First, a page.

What if a Seventh-day Adventist became a prime minister or a president? What if an Adventist-dominated political party won an election? It’s more than a hypothetical question. A number of politicians in Papua New Guinea are Seventh-day Adventists. French Polynesia now has two Adventists in its Council of Ministers. And renowned Adventist neurosurgeon, Dr Ben Carson, has left open the question of running for US president.
While I’d want an Adventist politician to vote in harmony with his or her values, I believe it would be a mistake to simply impose personal or denominational standards in parliament.
I’ve noticed when speaking to Adventist health directors that they invariably support any toughening of laws that limit the impact of tobacco, alcohol or even (in PNG) the mildly narcotic betel nut. Higher taxes, plain packaging, warning labels, even outright bans.
So what would an Adventist with a strong commitment to wholistic health, for example, seek to do if he or she were in a position of political power? Ban tobacco altogether? What about alcohol? Sugar? Caffeine? Meat? And in the area of social policy, how would an Adventist prime minister define marriage or deal with homosexuality, transgender issues or polygamy? How would an Adventist president seek to fund schools or to protect religious freedom? Would an Adventist politician seek to limit work or frivolous recreation on Sabbath?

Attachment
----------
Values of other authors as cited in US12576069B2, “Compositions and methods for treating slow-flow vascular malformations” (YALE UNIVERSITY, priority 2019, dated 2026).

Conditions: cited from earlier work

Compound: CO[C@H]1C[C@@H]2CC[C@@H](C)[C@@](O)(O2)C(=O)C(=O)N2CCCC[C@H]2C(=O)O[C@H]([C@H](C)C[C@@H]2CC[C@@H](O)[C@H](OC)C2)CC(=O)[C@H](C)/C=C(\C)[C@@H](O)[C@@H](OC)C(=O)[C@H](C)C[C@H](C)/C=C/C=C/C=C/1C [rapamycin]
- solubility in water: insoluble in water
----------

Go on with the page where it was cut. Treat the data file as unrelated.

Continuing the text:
It’s very easy to maintain strong views from the safety of our minority enclaves—views that are consistent with an Adventist lifestyle. But as our numbers grow, particularly in Melanesia, and we disproportionally inhabit the tertiary educated and upwardly mobile sectors of society, opportunities to have significant political influence will increase—indeed they are already increasing.
While I’d want an Adventist politician to vote in harmony with his or her values, I believe it would be a mistake to simply impose personal or denominational standards in parliament. There are issues of pragmatism standing in the way—an immediate shutdown of the beef, gambling and alcohol industries in Australia, for example, would have a devastating economic impact.
But there are also issues of freedom and conscience. There comes a point when people must be allowed to make their own decisions, even if those decisions are harmful or unbiblical. It would be unconscionable, for example, for an Adventist prime minister to try to close down Roman Catholic churches or Buddhist temples—even though there are theological problems with both religions. Would it also be unconscionable for an Adventist politician to make homosexuality illegal, for example; or to imprison injecting drug users?
Most of us will never be given the power to make these kinds of decisions for our country. But most of us do have the power to vote or to speak out on current issues. It stands to reason then that when we do, we should wield our influence not just as an expression of our personal standards, but with genuine concern for everyone in our community, whether or not we agree with their beliefs or lifestyle choices.
Kent Kingston is assistant editor for RECORD.